Six underground tanks holding toxic and radioactive waste at the Hanford Nuclear Reservation in south-central Washington, is raising concerns about delays in emptying the tanks.
While officials at the site confirmed Friday that the leaking materials do not pose an immediate risk to public safety or the environment, the news of leaking radioactive waste has renewed discussion over emptying the decade-old tanks, which are long past their 20-year life span.
According to Reuters, the newly discovered leaks were confirmed by Governor a week after the US Energy Department declared that radioactive waste was detected to be escaping from one tank at Hanford.
Inslee said on Friday that the leaking radioactive waste would take years for the chemicals to reach groundwater.
The federal government constructed the Hanford facility during the Second World War as part of the Manhattan Project, which produced plutonium for the bomb that was dropped on Nagasaki, Japan. The site continued to support the US nuclear weapons arsenal for years.
Reuters said that production of plutonium materials at the site continued through the Cold War and ended in 1989 when focus shifted to cleanup of nuclear and chemical waste at Hanford.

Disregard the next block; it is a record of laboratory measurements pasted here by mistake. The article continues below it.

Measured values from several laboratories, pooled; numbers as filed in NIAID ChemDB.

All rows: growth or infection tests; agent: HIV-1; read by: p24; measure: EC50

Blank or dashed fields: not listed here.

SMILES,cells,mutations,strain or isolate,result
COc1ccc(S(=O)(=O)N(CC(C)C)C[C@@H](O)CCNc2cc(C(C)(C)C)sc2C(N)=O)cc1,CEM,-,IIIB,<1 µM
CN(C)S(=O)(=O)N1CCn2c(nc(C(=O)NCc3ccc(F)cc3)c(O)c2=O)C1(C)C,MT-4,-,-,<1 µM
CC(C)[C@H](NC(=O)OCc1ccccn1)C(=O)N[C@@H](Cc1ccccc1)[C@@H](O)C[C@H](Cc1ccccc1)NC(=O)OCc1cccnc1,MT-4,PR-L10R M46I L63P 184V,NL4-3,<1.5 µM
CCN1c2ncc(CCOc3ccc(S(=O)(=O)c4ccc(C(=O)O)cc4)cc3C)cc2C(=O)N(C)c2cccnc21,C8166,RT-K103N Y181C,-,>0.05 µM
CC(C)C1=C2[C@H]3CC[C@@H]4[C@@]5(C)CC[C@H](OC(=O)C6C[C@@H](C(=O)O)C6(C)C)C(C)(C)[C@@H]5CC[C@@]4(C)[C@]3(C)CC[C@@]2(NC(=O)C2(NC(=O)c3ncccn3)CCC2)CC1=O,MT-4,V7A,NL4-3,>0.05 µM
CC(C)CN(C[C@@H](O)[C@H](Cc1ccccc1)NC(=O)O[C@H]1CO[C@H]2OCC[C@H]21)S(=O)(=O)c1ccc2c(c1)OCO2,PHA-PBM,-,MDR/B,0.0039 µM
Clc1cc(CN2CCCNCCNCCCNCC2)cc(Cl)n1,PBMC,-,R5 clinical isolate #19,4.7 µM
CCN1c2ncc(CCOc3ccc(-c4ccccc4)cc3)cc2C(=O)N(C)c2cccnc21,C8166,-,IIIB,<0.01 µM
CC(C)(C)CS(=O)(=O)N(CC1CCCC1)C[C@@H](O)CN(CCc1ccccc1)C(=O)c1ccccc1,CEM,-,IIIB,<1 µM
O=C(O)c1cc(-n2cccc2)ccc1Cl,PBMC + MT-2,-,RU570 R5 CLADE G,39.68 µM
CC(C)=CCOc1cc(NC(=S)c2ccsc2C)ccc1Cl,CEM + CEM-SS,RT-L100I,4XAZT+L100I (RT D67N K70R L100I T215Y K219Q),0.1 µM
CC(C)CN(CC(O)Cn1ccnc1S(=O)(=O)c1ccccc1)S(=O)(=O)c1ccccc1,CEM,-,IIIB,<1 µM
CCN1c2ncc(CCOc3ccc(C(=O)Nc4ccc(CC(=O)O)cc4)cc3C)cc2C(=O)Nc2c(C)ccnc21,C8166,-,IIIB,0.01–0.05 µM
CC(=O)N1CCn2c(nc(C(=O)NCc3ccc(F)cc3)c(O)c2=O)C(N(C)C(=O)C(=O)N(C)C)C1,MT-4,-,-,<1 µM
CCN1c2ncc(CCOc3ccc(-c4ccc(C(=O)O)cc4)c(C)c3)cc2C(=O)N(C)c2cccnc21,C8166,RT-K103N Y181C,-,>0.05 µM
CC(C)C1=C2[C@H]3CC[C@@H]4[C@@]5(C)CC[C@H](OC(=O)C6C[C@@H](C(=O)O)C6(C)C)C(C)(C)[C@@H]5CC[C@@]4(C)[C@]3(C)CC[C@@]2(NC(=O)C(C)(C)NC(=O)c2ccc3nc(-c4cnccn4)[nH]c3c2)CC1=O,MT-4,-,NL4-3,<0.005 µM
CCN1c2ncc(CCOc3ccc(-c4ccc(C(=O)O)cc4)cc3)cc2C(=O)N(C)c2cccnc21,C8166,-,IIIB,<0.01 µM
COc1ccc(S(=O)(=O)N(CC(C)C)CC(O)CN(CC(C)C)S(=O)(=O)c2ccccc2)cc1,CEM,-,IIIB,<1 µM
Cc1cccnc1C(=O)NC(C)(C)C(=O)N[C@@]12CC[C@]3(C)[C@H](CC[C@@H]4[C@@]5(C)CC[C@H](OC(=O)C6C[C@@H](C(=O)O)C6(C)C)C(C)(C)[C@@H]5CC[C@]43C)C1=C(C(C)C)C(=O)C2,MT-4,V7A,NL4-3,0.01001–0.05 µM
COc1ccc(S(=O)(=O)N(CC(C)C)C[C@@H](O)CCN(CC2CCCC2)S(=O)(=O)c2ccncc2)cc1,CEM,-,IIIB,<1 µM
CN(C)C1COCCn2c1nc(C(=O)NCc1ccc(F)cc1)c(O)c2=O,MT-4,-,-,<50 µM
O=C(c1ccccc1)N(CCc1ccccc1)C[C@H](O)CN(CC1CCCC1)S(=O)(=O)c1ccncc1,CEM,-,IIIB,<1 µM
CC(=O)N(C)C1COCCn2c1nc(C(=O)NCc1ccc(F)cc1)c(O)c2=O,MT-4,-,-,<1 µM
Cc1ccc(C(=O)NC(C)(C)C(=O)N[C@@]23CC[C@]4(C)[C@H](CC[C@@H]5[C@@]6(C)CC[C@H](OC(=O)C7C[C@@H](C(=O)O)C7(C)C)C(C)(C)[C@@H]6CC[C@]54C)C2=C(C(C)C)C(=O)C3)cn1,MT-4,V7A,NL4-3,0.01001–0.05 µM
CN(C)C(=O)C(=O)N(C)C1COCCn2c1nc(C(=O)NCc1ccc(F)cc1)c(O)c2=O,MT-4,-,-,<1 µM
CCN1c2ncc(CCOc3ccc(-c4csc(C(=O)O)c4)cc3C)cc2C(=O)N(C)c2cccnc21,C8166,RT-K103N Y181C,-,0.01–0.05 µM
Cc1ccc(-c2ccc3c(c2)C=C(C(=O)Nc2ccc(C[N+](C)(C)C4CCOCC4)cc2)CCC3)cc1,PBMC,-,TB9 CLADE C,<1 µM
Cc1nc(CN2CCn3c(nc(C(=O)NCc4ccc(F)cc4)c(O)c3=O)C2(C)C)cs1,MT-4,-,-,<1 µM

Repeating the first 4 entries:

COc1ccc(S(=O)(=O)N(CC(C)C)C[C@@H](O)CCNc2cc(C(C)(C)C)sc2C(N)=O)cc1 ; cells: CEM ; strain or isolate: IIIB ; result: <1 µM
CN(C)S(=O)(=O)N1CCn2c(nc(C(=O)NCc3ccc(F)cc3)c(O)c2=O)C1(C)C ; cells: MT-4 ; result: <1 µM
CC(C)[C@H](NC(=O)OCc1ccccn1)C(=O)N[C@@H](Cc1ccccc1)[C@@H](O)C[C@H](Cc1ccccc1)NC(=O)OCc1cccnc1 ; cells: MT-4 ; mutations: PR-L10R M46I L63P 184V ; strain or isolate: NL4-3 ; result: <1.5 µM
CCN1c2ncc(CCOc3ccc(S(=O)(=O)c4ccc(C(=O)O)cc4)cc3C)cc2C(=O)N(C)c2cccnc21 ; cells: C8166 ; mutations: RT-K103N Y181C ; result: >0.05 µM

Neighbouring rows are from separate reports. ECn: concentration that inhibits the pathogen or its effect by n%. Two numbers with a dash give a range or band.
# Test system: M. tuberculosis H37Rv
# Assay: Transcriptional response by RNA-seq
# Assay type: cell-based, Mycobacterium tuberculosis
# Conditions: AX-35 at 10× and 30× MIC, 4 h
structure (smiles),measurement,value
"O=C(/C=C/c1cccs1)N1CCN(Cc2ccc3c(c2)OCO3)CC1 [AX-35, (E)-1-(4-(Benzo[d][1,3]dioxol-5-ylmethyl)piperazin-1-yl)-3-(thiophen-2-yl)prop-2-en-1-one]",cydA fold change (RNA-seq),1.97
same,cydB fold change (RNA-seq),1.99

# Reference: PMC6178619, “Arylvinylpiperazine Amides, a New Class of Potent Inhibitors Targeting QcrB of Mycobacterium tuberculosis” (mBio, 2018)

According to USA Today, the US government spends $2 billion a year for the Hansford cleanup.
Inslee mentioned that outgoing US Energy Secretary informed him on Friday that a total of six of the aging, single-walled tanks were leaking radioactive waste.
While Inslee affirmed that the newly discovered leaks would not cause immediate or near-term health risks, because they are more than five miles from the Columbia River. However, he said he considered the leaking tanks as disturbing news for all Washingtonians.
Inslee said in a statement released by his office: "This certainly raises serious questions about the integrity of all 149 single-shell tanks with radioactive liquid and sludge at Hanford.”
The US Energy Department sent out a brief statement admitting that six waste tanks were discovered to be leaking and adding that there was "no immediate public health risk."
Suzanne Dahl, the tank waste treatment manager for the State Department of Ecology, told Reuters, that four of the tanks in question, including the two biggest of the group, are known to have leaked waste in the past as well.
Dahl added: "It points to the age of the tanks and how there's going to be an increased probability of this happening in the future. When waste is in the tanks, it's manageable. Once it's out of the tanks and in the soil, it's much harder to manage it, remove it, and down the road you're adding to contamination in the groundwater that already exists."
According to reports, under the multibillion-dollar cleanup plan the waste from the storage tanks will be processed in a special treatment plant that will deactivate the radioactive waste in a glass-like material that can be safely disposed of underground in stainless steel canisters.